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J Theor Biol. 2011 Mar 21;273(1):156-66. doi: 10.1016/j.jtbi.2010.12.035. Epub 2010 Dec 29.

Group size, grooming and fission in primates: a modeling approach based on group structure.

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Unit of Social Ecology, Free University of Brussels, Brussels, Belgium.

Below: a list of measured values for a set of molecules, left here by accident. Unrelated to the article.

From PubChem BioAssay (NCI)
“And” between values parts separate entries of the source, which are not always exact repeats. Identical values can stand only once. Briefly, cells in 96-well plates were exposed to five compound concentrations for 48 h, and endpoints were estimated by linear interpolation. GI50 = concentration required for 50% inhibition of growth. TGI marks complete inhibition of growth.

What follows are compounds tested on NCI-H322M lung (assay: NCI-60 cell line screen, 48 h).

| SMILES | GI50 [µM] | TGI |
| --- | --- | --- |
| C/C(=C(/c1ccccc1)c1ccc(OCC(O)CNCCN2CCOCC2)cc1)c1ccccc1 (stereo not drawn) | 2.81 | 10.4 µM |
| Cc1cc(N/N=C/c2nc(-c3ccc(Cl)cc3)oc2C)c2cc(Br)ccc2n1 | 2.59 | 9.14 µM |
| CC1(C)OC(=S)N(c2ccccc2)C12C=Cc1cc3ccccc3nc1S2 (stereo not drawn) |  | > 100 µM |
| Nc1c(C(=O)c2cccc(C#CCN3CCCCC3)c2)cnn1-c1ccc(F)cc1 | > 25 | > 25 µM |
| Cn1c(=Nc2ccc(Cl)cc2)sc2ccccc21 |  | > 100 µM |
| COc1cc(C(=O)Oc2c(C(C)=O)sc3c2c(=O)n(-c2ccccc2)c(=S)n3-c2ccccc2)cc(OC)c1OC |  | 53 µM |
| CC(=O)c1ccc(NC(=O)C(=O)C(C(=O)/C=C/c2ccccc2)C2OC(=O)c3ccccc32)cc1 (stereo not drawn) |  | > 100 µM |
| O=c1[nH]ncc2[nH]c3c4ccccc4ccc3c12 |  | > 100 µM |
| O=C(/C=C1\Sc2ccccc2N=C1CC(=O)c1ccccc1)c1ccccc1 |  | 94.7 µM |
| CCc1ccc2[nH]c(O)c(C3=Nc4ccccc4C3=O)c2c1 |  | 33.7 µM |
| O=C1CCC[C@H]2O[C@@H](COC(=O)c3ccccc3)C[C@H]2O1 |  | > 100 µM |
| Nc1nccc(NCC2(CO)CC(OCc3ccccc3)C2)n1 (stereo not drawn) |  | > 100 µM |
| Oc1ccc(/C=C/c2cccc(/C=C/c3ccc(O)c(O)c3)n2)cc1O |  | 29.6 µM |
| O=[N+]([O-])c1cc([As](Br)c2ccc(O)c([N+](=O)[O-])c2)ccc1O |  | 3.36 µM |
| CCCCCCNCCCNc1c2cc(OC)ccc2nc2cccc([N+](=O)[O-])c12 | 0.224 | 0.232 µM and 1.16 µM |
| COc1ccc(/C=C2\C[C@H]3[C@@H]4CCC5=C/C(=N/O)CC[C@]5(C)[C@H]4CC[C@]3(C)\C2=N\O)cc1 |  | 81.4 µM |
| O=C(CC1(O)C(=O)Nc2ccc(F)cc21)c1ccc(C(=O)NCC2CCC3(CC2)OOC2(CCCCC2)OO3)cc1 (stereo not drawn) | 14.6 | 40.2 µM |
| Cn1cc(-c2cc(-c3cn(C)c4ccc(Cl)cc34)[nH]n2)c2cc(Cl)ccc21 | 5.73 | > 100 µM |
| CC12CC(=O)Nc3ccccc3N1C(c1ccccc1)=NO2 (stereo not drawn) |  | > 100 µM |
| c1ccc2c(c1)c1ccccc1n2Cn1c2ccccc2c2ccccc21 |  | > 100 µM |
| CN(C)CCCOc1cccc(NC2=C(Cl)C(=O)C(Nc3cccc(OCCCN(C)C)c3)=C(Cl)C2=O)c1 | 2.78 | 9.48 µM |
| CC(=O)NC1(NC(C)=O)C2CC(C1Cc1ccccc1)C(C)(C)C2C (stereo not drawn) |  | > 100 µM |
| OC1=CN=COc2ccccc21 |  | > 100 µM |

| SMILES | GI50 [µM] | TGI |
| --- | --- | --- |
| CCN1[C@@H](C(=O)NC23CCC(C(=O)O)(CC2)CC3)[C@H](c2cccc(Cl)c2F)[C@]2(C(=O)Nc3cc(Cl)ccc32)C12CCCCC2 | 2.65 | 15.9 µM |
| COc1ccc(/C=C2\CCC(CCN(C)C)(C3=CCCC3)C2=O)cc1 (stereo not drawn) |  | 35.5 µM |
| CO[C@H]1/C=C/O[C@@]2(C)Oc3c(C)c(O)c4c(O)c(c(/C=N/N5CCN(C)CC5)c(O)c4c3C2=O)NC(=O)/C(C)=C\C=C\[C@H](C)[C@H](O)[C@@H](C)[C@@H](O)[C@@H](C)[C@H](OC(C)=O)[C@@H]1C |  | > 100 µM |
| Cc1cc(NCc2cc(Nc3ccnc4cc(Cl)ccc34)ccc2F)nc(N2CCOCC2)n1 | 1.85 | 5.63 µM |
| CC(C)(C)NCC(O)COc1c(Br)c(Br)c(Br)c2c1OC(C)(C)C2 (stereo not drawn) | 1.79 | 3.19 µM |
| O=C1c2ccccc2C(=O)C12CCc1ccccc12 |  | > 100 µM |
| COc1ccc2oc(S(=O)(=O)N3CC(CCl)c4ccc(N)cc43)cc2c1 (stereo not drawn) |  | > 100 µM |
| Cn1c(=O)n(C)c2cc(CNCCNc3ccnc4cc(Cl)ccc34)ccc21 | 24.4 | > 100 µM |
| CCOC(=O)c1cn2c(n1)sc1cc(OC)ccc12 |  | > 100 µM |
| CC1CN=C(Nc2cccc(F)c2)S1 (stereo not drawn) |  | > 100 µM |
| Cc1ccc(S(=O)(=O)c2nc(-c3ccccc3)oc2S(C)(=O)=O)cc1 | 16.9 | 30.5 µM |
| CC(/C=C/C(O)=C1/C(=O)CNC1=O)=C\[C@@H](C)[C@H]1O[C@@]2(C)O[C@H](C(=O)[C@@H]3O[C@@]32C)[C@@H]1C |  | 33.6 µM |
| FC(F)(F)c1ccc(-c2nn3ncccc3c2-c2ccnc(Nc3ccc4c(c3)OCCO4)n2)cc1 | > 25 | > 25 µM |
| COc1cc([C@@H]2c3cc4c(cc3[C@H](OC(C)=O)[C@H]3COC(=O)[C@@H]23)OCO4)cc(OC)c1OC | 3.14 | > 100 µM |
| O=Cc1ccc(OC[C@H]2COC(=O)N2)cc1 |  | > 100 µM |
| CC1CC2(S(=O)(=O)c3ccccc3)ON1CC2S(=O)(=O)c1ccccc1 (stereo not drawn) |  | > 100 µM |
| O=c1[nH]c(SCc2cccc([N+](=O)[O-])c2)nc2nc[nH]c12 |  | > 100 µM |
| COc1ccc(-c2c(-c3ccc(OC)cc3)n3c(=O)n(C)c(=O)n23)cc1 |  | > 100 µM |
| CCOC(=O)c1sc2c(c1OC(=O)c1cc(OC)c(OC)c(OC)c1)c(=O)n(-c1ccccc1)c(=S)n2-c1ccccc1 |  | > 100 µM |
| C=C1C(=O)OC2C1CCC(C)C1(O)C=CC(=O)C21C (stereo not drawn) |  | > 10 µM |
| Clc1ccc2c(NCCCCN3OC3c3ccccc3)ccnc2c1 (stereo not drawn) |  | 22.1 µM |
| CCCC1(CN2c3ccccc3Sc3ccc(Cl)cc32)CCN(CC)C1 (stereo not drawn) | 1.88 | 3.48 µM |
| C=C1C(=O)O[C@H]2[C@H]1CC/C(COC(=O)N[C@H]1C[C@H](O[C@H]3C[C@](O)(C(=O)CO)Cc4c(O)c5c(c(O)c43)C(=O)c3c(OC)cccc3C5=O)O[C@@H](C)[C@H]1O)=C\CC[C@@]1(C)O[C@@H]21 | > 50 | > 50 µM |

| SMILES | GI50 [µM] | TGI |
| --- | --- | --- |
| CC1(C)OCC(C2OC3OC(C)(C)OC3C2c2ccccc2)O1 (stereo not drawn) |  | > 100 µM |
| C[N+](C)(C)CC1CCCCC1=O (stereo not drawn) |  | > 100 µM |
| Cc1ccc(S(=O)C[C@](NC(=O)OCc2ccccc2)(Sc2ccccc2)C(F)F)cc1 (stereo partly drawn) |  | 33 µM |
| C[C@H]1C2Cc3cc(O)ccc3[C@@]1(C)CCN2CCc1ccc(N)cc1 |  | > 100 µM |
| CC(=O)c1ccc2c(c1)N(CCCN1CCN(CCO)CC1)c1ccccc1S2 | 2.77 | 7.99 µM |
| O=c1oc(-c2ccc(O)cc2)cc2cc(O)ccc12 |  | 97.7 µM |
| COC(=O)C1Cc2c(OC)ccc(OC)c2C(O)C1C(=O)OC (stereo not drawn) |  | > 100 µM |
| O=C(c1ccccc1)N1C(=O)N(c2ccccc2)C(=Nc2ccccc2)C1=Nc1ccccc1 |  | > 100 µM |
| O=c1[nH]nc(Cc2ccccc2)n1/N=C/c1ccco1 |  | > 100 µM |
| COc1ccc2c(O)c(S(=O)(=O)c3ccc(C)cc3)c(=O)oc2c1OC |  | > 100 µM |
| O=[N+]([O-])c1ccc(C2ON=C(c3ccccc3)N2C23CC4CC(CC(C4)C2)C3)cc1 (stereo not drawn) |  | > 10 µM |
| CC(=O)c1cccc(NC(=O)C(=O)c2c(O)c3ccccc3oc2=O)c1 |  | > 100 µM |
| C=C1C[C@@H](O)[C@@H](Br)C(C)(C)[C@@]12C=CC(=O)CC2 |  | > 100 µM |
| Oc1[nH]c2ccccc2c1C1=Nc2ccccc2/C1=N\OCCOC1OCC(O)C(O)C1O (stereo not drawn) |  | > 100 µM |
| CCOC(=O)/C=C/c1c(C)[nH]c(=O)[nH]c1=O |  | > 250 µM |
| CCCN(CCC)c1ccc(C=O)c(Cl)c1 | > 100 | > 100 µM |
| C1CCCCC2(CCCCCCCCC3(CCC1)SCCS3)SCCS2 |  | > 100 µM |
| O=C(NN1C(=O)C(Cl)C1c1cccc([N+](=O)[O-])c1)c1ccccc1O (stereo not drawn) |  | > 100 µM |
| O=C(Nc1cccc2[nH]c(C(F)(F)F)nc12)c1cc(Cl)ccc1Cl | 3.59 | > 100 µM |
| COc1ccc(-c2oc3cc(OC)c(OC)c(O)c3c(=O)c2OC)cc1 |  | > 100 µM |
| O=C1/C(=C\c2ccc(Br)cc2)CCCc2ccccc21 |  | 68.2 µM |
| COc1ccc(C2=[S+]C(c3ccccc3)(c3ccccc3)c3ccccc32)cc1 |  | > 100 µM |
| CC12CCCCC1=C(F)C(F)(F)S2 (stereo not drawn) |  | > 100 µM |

In social animals, fission is a common mode of group proliferation and dispersion and may be affected by genetic or other social factors. Sociality implies preserving relationships between group members. An increase in group size and/or in competition for food within the group can result in decrease certain social interactions between members, and the group may split irreversibly as a consequence. One individual may try to maintain bonds with a maximum of group members in order to keep group cohesion, i.e. proximity and stable relationships. However, this strategy needs time and time is often limited. In addition, previous studies have shown that whatever the group size, an individual interacts only with certain grooming partners. There, we develop a computational model to assess how dynamics of group cohesion are related to group size and to the structure of grooming relationships. Groups' sizes after simulated fission are compared to observed sizes of 40 groups of primates. Results showed that the relationship between grooming time and group size is dependent on how each individual attributes grooming time to its social partners, i.e. grooming a few number of preferred partners or grooming equally or not all partners. The number of partners seemed to be more important for the group cohesion than the grooming time itself. This structural constraint has important consequences on group sociality, as it gives the possibility of competition for grooming partners, attraction for high-ranking individuals as found in primates' groups. It could, however, also have implications when considering the cognitive capacities of primates.

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